Made in Bolivia: La Casa de Camba Hits the Boardwalk

La Casa de Camba on Rockaway Beach

The hot weather may be gone but that doesn’t mean that beach days are over. Grab your hoodie and head to Rockaway Beach to enjoy some Latin snacks by the water. Caracas Arepa Bar has extended its reach with a third outpost on the urban surfer’s paradise, offering their flavorful selection of Venezuelan arepas. With fillings like creamy chicken – avocado salad (Reina Pepiada) and my fave with stewed beef – rice – beans – plantains (Pabellón), they have all of the ingredients of seriously satisfying homey fare. The popular hipster haunt Rockaway Taco, known for its delectable fish tacos, is back until the end of September. But it is newcomer La Casa de Camba, specializing in Bolivian Salteñas, which recently caught our eye.

The stall is run by the Oropeza brothers—Alex, Patrick, and David—a trio of self-proclaimed Saltaneros who decided to recreate some of the foods from their Bolivian childhood. Salteñas, which are a juicier, bigger, and fluffier version of an empanada, are seasoned with ají amarillo to achieve a mild kick. After biting into one of their most popular flavors, the vegetarian quinoa and mushroom salteña topped with some homemade queso fresco, we became instant fans. We caught up with Patrick Oropeza to learn about the proper way to eat a salteña and how La Casa de Camba came to be.

Rockaway Beach on a sunny day

Have you always been involved in food?
Patrick Oropeza: We grew up in a close family that made it a point to have meals together. Food became a symbol of family, togetherness, love and comfort. My mother would cook us her American-Bolivian adaptations, and so we developed a sense for taste, detail and balance in food.

I had no training or experience. I went to school for marketing and philosophy, worked in marketing, dabbled in music production and eventually decided to put my interests in food to use. All our food is the true result of hard work, trial and error, lots of reading and lots of learning on the fly.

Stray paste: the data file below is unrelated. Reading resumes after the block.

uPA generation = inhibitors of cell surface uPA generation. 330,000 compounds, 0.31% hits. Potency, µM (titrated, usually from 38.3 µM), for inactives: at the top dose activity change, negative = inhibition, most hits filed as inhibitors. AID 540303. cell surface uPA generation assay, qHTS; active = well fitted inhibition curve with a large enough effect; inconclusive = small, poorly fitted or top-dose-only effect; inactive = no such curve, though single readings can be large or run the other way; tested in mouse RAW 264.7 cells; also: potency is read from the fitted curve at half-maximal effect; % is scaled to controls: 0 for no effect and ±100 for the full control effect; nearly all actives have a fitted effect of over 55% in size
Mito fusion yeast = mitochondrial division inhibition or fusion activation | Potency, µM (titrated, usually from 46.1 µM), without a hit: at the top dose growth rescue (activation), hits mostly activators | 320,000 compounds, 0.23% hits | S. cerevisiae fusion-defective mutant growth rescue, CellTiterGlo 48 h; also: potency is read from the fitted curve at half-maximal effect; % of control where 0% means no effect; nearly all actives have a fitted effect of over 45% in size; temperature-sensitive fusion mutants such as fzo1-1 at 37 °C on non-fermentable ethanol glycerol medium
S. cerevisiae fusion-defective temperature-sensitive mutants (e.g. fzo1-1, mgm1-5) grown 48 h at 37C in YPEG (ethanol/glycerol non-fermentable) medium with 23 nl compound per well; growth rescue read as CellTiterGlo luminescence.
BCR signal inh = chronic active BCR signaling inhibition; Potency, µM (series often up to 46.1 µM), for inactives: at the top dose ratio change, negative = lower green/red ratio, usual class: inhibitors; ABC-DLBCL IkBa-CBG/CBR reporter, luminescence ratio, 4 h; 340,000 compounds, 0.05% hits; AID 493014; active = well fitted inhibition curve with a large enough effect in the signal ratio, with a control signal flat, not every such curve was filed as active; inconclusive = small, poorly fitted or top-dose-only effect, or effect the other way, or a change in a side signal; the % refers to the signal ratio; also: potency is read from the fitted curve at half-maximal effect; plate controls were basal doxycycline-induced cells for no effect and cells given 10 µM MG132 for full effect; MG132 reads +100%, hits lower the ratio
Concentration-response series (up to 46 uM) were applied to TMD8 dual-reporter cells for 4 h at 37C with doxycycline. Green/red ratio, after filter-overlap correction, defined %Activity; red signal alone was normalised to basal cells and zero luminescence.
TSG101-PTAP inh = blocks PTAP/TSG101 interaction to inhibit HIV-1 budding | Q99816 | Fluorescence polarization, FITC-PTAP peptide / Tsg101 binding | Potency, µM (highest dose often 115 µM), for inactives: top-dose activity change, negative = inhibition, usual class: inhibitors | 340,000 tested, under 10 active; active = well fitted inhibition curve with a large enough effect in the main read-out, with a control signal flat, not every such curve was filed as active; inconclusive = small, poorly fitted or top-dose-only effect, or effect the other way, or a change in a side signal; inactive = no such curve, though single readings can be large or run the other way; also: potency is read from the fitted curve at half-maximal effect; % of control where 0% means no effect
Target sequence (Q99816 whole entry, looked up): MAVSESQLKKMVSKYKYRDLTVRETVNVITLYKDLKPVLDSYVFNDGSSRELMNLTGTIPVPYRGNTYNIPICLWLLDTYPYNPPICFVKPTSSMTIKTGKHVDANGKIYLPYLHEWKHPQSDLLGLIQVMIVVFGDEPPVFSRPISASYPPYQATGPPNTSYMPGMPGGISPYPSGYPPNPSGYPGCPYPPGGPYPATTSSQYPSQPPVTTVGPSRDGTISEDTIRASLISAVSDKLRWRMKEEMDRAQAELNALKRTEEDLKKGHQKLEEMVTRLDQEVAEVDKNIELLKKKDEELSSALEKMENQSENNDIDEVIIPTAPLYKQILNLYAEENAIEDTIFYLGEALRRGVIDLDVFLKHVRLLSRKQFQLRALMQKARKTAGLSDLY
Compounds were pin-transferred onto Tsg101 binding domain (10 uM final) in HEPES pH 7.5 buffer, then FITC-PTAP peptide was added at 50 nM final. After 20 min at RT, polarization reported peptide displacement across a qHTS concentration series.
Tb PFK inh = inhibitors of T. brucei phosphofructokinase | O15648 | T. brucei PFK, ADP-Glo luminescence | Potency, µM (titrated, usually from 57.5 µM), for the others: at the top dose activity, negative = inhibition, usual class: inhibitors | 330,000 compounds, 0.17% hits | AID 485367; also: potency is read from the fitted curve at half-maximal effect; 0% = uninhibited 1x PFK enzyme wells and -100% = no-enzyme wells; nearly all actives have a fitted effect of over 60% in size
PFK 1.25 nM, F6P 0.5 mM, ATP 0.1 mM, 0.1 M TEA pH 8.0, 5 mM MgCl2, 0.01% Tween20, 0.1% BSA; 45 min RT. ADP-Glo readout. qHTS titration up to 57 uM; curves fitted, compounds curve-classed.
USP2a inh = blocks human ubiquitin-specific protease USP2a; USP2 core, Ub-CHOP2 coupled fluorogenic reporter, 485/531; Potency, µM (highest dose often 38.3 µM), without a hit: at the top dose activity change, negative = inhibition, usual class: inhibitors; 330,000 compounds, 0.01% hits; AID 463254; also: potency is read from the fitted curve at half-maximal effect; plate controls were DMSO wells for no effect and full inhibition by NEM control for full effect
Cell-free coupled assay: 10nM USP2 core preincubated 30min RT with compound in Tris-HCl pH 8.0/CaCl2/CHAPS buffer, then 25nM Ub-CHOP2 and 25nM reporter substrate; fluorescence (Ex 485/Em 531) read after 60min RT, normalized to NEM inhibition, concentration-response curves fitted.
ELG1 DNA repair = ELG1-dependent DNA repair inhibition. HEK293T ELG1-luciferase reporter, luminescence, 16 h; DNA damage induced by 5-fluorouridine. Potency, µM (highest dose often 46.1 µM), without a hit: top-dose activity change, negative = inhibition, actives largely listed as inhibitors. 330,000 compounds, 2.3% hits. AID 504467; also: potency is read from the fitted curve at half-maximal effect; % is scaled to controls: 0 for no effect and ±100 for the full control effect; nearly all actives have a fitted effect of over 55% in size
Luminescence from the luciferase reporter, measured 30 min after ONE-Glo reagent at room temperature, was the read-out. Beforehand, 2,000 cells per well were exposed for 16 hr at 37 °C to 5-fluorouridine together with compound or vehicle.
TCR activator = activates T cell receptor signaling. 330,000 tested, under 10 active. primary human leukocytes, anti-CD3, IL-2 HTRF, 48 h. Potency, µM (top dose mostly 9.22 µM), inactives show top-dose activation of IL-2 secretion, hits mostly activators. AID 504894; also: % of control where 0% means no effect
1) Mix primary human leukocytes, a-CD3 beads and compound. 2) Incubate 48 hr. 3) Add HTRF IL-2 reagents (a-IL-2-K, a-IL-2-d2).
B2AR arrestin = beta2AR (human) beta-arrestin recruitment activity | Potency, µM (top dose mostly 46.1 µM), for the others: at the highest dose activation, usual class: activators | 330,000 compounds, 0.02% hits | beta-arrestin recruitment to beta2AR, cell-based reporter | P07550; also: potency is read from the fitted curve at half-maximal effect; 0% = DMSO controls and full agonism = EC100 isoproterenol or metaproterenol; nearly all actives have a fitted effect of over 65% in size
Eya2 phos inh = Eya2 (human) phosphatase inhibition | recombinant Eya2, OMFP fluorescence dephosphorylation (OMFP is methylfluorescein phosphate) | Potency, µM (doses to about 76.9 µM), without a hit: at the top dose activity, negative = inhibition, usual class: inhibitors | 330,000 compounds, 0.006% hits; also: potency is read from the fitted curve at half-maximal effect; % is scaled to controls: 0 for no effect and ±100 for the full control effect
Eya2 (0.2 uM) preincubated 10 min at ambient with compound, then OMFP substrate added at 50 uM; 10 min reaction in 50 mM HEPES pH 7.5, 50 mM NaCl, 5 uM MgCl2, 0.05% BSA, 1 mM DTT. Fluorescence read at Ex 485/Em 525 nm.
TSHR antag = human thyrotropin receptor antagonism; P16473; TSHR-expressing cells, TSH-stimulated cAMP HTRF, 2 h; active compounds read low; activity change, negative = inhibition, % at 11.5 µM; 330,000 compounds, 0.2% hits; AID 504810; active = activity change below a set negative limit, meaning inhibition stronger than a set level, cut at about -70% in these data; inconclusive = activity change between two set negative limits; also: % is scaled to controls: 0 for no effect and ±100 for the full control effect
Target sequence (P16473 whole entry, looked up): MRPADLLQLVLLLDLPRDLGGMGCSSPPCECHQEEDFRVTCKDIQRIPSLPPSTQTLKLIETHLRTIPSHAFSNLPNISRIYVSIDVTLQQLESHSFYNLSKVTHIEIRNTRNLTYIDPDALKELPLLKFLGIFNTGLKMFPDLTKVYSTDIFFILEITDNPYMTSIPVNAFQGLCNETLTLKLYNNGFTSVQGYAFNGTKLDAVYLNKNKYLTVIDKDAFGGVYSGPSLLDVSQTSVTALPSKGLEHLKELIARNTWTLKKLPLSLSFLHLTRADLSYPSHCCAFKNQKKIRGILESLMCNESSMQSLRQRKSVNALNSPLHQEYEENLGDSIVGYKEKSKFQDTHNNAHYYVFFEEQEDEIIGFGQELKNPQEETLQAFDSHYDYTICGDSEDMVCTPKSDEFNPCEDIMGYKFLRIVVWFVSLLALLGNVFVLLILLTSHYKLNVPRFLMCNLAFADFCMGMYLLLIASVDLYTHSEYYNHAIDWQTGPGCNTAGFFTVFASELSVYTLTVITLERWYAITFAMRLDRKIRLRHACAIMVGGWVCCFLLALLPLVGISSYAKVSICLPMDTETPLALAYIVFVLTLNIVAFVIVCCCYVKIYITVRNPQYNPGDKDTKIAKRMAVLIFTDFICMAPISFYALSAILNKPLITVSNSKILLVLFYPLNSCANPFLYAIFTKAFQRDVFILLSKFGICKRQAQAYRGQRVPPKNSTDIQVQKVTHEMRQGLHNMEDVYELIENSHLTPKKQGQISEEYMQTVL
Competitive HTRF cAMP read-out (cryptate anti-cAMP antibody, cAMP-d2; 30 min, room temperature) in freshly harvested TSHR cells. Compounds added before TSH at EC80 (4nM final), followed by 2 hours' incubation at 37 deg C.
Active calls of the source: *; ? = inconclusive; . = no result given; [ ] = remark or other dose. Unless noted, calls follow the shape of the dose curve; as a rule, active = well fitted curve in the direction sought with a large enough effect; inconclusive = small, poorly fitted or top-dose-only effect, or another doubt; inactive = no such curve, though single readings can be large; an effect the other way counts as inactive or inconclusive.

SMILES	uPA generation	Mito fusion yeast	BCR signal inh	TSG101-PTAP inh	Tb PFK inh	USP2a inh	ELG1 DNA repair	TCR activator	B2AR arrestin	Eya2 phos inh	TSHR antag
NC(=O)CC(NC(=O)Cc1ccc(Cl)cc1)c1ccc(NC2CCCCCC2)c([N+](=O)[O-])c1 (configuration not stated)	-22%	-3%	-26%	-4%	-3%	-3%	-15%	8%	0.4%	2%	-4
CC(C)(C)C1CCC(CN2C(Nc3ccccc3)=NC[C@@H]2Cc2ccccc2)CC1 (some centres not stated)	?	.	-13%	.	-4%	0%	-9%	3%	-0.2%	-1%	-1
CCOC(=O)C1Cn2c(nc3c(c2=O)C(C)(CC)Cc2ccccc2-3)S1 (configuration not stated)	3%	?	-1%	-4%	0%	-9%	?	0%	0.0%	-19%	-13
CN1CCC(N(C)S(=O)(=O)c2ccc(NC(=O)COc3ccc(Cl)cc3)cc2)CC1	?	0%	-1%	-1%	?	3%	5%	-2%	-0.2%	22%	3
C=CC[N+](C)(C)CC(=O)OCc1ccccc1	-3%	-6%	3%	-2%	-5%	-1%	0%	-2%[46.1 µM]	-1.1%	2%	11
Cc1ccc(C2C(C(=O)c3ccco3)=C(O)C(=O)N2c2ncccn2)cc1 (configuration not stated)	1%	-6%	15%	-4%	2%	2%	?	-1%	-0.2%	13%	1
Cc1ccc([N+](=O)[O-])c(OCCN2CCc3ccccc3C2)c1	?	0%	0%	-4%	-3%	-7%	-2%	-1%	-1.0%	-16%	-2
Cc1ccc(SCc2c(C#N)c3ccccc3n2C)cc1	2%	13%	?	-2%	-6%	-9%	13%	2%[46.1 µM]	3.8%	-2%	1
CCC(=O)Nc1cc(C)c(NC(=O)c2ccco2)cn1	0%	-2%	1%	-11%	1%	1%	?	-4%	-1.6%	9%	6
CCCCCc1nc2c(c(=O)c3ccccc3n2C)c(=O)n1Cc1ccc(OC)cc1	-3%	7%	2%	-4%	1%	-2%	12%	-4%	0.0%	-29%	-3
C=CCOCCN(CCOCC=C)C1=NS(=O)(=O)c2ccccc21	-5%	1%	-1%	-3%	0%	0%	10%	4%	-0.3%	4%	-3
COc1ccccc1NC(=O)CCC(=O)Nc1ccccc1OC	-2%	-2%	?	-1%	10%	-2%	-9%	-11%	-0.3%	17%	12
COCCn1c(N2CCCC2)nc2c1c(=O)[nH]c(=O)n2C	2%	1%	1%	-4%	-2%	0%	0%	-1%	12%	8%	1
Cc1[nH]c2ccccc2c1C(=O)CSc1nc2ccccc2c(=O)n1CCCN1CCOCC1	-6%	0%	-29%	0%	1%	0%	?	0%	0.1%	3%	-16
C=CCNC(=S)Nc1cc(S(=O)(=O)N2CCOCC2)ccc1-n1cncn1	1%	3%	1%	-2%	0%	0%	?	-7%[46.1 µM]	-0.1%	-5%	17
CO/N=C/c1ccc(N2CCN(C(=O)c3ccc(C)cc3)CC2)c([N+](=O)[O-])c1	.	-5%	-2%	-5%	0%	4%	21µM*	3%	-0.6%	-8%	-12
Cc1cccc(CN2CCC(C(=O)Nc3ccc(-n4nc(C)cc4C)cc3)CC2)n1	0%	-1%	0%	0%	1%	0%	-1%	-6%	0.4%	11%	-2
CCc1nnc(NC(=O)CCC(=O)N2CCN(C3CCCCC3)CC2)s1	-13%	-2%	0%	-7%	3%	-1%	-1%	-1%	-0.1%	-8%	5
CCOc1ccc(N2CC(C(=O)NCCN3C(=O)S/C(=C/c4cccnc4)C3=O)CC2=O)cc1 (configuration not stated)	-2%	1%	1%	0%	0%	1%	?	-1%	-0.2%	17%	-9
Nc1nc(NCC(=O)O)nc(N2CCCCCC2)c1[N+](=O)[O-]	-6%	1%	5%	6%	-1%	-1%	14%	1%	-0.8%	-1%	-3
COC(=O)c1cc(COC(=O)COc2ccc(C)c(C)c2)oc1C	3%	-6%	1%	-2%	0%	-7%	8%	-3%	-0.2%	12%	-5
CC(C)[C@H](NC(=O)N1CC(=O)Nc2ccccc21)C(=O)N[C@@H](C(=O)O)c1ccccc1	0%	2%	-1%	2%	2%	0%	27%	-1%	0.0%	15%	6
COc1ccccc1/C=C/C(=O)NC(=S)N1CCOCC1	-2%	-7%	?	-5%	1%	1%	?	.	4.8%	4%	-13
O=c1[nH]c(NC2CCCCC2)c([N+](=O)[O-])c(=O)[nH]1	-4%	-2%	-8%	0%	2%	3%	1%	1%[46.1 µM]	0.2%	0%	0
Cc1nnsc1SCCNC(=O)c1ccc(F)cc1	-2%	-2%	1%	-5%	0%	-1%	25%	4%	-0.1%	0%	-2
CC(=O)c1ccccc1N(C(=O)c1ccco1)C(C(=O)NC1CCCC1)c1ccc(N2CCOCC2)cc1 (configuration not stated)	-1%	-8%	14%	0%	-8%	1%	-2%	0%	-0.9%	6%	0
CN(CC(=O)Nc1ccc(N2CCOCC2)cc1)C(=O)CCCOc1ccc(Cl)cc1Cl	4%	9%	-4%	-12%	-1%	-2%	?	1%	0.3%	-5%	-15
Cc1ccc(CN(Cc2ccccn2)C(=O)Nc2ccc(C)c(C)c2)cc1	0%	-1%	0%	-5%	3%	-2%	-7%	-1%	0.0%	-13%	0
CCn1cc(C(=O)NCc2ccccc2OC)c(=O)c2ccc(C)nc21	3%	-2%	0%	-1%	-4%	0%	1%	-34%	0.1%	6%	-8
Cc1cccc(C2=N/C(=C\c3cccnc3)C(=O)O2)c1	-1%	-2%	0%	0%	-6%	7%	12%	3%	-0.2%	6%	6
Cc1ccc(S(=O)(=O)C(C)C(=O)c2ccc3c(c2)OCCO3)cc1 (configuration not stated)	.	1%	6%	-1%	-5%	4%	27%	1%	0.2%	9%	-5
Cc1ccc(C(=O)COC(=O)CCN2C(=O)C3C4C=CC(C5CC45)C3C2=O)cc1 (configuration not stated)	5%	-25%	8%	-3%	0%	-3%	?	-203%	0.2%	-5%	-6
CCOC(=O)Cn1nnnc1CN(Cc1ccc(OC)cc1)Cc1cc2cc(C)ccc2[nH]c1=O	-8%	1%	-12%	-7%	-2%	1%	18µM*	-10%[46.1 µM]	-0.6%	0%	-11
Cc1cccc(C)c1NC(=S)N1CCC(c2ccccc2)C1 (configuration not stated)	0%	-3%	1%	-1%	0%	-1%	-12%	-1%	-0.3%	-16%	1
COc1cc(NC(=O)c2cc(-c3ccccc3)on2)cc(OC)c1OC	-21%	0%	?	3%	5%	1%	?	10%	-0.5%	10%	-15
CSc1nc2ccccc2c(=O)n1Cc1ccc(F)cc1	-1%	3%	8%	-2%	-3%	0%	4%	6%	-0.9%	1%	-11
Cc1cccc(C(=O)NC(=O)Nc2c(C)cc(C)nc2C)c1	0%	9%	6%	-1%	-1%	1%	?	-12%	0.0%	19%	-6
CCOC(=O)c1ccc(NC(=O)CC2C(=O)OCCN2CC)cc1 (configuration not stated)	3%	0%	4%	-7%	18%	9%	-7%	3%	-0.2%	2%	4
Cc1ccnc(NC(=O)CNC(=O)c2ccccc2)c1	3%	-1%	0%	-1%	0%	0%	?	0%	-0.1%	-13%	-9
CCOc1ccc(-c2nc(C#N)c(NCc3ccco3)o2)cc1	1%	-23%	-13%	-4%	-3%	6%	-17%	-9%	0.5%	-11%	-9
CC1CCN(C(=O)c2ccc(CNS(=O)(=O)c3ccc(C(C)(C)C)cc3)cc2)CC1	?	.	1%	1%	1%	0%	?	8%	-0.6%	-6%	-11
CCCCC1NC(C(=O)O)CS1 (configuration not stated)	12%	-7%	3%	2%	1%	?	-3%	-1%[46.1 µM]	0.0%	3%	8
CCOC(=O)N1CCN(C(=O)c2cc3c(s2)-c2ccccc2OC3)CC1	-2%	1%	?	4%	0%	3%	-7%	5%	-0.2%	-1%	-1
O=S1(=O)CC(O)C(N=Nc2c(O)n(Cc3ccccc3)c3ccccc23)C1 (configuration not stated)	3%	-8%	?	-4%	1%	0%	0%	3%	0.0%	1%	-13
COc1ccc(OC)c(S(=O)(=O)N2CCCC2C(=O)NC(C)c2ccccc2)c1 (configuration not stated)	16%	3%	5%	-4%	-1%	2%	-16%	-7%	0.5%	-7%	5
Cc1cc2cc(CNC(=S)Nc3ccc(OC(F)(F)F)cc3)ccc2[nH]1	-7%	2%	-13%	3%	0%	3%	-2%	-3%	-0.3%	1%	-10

How did you come up with the name “La Casa de Camba”?
We were traveling in Bolivia, in Santa Cruz and spent lots of time at a restaurant called La Casa del Camba. It was here we discussed putting the plan into action and bringing Bolivian food to Brooklyn, Queens and Manhattan. We decided to use the name to pay tribute to that night. The name holds much significance to us and reminds us everyday about the importance of working together and building together.

Does your menu change? If so, how often and what other items aside from salteñas do you offer?
Our salteñas do change. We have a variety of specialty salteñas that are our creations and modifications over the traditional ones we grew up eating. Some of these include pork belly and swiss chard. The belly is braised in a rich broth made from panka chiles and roasted garlic and toasted cumin.[Another one is the] home-cured Bolivian Bacon and quesillo. We have created the first ever Bolivian bacon, modifying the recipe for American bacon but keeping their technique. This bacon is cured in a combination of cloves, cinnamon bark, allspice, aji amarillo, garlic, oregano and some sugar cane.

Our shrimp/new orleans & leek salteña is made from 25 count shrimp. We peel them individually and make a quick stock for the broth. In the broth we add the skin removed from our home-cured bacon for added depth. The result is a delicious salteña that reminds me of what I loved most about New Orleans cooking.

Our quinoa salteñas are our veggie option: cold smoked oyster mushrooms, squash, toasted quinoa and a rich broth make this the salteña that wins the hearts of meat eaters everywhere.

Quinoa and mushroom salteña with hot sauce and homemade cheese

Can you tell us about the salteña culture in Bolivia?
In Bolivia, salteñas are eaten for breakfast and lunch and maybe dinner (if you have 2 or 3 ). Saltaneros are the craftsmen of the art. It is not an easy task and a well made salteña gets you much respect and clout in Cochabamba. Every town has a famous place to get your fill. In Cochabamba, Castores is the place to go!

What is the right way to eat a salteña?
Upright, with one hand, many novices use two. But when you are a pro you can master the art of biting and slowly sucking some of the “jigote” out while enjoying the crust and hearty filling. In Bolivia they don’t use hot sauce or cheese but that is our modification. We make four kinds of hot sauce and one cheese for the salteña.

Where do you get your ideas for the cool drinks that you serve?
Our fruit juices are the juices we grew up with, Tumbo, Acerola, Cherimoya, Mora etc. Our homemade sodas are very special, made from all juice, no syrups or processed sugar. We believe carbonation is a flavor and what makes the soda experience unique. We use a method that allows us to employ forced carbonation to reach equilibrium at 4 volumes. Carbonating at 150 psi ensures us a better carbonation and a quicker carbonation times since we are pressurizing at 8 volumes.

Some of our flavors include:
Rose Lemonade, made from dried rose petals and lemons.
Lulo Fruit, made from all natural fruit and cane sugar.
Hibiscus-Mora, Hibiscus & Andean blackberry, the mora gives it a watermelon/raspberry taste that is delicious.
Maracuya Lemonade-lemons and passionfruit!
Chicha Morada-Purple corn soda!

And soon we will be doing Mokochinci soda, made from dried Bolivian peaches, cloves and cinnamon.

Colorful drinks include Rose Lemonade and Lulo homemade sodas

The guys at La Casa de Camba will be at Rockaway Beach until October. You can also find them at the Smorgasburg in Williamsburg, every Saturday until November.

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